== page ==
So then I called the clinic office, and waited on hold, wanting to throw up again. I did finally get through, and talked to a person who promised to talk to a nurse who will do something else and check this or that and then call me to let me know I should go get the test. I didn't get the call this afternoon, but we'll see. Maybe tomorrow.

Yep, I feel pretty much bureaucratized.


  1. Anonymous10:18 AM

    Part of our job is telling people who they should talk to about things. It isn't our job to do everything. You did fine.

    I had to cut down on carbs for a medical problem I have and it really did make a huge difference in my energy levels and unexpectedly my emotional state. Switching to whole foods (whole grains only, no HFCS, etc.) wasn't as difficult as I thought it would be. A slow transition was easiest for me. (I apologize if you've already done this with the carbs!)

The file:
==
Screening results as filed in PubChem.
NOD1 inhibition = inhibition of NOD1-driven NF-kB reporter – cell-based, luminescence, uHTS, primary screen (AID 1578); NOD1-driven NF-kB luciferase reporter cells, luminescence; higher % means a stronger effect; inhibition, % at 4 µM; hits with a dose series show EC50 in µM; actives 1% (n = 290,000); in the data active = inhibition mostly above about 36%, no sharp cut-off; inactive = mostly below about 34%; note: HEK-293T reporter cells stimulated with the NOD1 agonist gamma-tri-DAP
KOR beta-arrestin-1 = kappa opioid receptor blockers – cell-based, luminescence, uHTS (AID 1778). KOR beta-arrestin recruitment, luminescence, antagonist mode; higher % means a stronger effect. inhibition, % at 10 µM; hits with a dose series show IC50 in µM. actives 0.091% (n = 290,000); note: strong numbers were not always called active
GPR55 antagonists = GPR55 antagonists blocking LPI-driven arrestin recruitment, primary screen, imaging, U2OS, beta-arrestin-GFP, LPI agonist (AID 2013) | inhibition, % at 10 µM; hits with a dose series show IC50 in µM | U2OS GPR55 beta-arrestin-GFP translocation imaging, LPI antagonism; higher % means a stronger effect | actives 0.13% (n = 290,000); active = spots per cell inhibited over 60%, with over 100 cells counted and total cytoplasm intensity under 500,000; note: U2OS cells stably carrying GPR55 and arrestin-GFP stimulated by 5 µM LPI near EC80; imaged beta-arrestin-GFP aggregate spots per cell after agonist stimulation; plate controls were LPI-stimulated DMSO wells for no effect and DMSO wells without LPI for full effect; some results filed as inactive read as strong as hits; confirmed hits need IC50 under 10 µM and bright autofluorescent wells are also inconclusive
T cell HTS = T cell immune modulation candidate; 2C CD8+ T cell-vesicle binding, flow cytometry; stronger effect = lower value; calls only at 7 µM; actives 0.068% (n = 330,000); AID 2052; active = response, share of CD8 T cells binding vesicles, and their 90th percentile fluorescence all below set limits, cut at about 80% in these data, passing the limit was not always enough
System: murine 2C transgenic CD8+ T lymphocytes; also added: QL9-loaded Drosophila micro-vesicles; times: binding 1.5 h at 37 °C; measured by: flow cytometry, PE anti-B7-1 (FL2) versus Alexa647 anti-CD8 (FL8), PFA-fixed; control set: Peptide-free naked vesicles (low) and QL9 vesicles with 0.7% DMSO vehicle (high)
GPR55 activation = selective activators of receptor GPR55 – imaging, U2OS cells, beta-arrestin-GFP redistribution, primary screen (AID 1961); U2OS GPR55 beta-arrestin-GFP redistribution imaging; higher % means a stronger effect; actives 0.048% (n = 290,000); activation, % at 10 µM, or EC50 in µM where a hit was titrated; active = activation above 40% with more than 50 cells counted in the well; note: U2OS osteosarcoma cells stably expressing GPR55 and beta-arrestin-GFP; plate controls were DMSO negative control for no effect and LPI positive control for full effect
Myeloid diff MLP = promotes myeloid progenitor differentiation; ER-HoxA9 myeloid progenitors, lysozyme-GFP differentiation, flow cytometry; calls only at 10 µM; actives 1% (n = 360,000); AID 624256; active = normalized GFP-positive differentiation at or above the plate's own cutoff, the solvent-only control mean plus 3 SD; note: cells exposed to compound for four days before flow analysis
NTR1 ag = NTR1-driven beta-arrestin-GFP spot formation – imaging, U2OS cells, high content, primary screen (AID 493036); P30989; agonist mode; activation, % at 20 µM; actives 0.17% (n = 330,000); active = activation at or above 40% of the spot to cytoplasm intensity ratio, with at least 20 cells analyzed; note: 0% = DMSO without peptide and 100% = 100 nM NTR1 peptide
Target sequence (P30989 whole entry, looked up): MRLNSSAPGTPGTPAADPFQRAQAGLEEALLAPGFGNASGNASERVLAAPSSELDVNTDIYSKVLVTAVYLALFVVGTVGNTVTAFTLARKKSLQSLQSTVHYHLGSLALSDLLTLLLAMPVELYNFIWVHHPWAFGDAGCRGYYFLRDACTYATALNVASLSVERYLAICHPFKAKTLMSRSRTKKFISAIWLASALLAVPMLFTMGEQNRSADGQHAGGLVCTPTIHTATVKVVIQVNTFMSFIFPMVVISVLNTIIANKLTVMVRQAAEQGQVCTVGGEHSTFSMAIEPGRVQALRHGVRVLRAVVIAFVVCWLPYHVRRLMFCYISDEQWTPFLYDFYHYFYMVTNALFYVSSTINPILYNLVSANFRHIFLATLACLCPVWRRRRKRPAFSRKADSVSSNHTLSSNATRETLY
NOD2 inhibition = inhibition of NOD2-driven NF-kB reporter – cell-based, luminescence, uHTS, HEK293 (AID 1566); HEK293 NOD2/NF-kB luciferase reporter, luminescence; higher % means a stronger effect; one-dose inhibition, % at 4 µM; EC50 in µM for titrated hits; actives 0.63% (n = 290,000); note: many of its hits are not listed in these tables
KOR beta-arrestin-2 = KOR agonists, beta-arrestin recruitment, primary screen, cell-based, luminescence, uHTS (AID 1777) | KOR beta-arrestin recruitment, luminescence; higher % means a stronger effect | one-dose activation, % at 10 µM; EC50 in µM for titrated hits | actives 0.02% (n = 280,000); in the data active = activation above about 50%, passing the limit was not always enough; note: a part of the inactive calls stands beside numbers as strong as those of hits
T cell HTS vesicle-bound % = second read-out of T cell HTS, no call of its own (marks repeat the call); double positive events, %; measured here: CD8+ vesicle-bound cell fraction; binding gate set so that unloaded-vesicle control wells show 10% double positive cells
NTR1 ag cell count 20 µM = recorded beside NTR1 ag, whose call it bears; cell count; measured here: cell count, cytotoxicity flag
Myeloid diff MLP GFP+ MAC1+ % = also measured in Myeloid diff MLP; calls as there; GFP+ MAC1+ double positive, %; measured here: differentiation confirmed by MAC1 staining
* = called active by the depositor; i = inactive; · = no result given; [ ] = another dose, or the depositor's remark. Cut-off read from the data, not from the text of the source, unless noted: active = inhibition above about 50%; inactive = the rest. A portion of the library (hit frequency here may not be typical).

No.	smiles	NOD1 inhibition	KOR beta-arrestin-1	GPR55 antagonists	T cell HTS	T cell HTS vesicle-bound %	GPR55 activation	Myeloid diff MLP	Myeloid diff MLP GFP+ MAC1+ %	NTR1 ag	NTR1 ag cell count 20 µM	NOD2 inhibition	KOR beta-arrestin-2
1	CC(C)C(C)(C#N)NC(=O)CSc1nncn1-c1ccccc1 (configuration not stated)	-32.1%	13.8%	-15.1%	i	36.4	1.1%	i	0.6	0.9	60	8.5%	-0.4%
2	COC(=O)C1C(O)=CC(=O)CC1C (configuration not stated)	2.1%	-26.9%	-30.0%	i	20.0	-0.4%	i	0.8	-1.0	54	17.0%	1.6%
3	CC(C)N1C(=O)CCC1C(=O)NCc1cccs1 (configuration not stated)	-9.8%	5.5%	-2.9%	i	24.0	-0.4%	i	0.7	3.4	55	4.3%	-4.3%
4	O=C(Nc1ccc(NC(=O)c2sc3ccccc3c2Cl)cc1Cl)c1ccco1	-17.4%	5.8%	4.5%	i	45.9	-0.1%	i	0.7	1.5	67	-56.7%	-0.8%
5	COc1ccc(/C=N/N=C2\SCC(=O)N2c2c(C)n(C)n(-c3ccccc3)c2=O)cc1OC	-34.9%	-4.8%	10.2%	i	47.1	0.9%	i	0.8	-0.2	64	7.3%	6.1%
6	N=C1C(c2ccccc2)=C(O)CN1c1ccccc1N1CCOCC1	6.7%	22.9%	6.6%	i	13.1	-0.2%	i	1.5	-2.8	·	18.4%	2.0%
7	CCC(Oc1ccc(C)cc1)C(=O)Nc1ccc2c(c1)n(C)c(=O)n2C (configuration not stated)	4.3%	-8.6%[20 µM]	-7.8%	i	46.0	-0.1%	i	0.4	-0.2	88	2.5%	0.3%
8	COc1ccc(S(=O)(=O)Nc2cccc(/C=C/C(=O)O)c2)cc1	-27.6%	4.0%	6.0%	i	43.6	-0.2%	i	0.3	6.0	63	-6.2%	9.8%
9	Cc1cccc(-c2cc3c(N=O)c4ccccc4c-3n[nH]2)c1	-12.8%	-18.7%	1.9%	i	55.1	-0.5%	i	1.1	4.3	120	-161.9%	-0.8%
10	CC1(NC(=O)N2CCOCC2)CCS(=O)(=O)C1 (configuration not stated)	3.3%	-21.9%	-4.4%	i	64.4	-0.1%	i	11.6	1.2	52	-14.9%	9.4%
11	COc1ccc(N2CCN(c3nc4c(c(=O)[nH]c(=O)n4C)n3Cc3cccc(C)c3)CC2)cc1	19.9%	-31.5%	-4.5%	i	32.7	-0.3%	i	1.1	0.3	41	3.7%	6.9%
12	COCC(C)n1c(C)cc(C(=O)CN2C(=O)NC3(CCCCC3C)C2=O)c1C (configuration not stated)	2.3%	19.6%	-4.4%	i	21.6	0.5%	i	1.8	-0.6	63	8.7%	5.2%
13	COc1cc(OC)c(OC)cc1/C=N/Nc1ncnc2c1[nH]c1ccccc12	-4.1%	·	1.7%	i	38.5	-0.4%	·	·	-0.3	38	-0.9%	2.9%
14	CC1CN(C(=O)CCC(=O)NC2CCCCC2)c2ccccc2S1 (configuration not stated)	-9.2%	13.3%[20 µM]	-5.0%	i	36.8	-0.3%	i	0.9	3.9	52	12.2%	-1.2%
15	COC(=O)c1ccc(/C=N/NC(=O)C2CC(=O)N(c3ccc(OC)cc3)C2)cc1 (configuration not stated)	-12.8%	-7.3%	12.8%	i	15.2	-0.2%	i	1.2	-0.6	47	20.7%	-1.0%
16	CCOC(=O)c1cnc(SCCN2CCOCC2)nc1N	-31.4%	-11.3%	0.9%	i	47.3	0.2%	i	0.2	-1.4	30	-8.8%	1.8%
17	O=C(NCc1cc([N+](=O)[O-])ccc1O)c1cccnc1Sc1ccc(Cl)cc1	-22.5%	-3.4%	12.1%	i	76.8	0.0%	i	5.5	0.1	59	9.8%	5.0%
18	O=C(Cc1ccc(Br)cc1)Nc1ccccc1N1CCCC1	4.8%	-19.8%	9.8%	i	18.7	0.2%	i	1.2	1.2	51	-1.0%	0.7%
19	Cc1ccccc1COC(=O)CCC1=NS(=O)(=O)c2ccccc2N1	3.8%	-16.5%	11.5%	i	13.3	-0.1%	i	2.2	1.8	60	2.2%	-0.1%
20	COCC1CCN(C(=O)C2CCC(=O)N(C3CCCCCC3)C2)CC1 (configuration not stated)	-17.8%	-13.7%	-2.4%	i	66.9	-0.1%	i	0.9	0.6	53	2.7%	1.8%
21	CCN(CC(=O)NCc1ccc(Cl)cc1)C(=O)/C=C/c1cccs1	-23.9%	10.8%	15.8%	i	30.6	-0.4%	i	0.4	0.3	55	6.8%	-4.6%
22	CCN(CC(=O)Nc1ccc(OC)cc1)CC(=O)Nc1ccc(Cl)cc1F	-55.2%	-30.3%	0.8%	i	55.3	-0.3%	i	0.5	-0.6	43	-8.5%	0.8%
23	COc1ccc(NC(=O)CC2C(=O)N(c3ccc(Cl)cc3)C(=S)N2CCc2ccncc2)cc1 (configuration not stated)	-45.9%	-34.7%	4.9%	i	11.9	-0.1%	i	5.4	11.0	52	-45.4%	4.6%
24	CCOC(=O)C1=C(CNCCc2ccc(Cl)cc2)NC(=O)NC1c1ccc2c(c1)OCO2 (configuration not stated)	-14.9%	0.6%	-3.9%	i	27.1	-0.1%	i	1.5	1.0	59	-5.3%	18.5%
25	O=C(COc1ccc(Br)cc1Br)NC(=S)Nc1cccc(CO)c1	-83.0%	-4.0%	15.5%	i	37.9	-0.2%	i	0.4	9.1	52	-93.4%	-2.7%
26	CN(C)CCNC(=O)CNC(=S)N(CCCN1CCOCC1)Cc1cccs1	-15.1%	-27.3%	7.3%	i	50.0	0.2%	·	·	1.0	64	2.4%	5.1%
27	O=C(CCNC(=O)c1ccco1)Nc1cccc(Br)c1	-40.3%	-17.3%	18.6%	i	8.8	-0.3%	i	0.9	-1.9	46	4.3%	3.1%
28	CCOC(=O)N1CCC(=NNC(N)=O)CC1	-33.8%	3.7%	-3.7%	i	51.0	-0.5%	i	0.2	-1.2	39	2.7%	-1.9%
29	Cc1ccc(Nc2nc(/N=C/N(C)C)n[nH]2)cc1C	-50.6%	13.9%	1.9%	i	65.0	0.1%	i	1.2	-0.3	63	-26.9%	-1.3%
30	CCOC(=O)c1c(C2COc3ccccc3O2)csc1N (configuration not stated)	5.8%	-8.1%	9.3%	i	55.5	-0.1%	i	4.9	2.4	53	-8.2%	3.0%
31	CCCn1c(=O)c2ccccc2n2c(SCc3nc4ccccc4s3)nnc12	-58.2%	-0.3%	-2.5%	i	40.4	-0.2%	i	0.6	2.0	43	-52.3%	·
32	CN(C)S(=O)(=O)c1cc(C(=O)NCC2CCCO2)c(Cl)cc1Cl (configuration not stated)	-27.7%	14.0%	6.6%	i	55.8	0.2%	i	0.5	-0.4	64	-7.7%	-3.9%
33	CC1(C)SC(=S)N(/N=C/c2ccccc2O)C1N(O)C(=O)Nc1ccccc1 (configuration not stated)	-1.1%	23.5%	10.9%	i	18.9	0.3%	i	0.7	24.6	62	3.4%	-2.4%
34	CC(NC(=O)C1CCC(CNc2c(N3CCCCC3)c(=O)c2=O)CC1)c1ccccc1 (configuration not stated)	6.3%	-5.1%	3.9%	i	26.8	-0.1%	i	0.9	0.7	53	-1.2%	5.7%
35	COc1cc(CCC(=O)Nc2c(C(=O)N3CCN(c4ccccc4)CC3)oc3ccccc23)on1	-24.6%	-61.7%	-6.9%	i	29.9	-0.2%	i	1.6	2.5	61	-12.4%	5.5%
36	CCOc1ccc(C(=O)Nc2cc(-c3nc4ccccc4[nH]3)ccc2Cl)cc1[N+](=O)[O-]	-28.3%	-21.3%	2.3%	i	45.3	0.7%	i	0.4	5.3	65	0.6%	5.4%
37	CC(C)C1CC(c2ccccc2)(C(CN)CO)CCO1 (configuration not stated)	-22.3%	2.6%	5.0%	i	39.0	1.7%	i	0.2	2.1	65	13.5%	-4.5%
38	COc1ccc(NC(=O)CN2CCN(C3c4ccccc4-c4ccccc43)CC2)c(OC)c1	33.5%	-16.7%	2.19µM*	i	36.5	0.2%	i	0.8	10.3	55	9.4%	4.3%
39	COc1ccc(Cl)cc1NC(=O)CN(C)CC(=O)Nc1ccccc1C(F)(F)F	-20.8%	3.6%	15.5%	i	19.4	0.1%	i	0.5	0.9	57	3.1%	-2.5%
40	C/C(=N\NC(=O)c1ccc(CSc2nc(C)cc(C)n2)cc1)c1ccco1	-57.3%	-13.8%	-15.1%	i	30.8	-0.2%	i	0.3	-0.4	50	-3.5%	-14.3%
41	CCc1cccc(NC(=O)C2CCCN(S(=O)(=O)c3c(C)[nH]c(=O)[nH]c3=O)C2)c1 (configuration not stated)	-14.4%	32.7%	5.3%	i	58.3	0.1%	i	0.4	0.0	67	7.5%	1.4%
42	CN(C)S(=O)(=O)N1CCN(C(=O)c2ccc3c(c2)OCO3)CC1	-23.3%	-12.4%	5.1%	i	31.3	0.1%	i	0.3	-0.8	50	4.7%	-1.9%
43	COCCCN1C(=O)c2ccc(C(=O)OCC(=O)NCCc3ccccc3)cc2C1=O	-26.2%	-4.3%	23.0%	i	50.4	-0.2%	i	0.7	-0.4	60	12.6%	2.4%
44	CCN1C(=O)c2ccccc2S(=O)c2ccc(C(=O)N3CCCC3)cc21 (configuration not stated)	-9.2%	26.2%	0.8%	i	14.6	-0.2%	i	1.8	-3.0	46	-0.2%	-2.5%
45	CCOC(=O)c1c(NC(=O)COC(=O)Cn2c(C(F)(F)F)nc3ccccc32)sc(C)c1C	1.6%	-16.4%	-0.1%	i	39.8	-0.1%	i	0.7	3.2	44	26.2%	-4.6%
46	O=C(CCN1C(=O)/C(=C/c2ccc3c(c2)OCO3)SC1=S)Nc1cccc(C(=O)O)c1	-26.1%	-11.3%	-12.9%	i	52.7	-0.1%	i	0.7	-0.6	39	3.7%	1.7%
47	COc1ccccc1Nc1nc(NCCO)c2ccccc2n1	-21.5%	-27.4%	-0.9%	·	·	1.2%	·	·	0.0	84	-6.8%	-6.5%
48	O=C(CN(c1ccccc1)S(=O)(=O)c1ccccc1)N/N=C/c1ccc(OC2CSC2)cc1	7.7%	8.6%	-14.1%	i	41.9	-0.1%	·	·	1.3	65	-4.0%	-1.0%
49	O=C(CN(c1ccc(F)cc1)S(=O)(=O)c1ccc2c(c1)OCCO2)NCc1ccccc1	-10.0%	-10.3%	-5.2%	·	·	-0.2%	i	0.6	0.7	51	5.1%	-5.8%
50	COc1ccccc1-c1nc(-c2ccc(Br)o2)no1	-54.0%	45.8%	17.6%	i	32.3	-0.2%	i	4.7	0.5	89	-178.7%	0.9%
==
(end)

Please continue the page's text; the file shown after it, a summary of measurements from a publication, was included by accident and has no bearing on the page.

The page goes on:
2. One thing that I do if a student ends up getting lots of referrals from me is to phone to those offices while Stu is with me and, at the very least, leave a message. Sometimes I can get the ball rolling right there and that feels good.

    With regards to the blood test, I go by the rule that if your GP doesn't tell you to go back in and have a re-test, you're good enough. I expect your doctor's office will get back to you with similar word. Sorry for the stress the agency has inspired in you!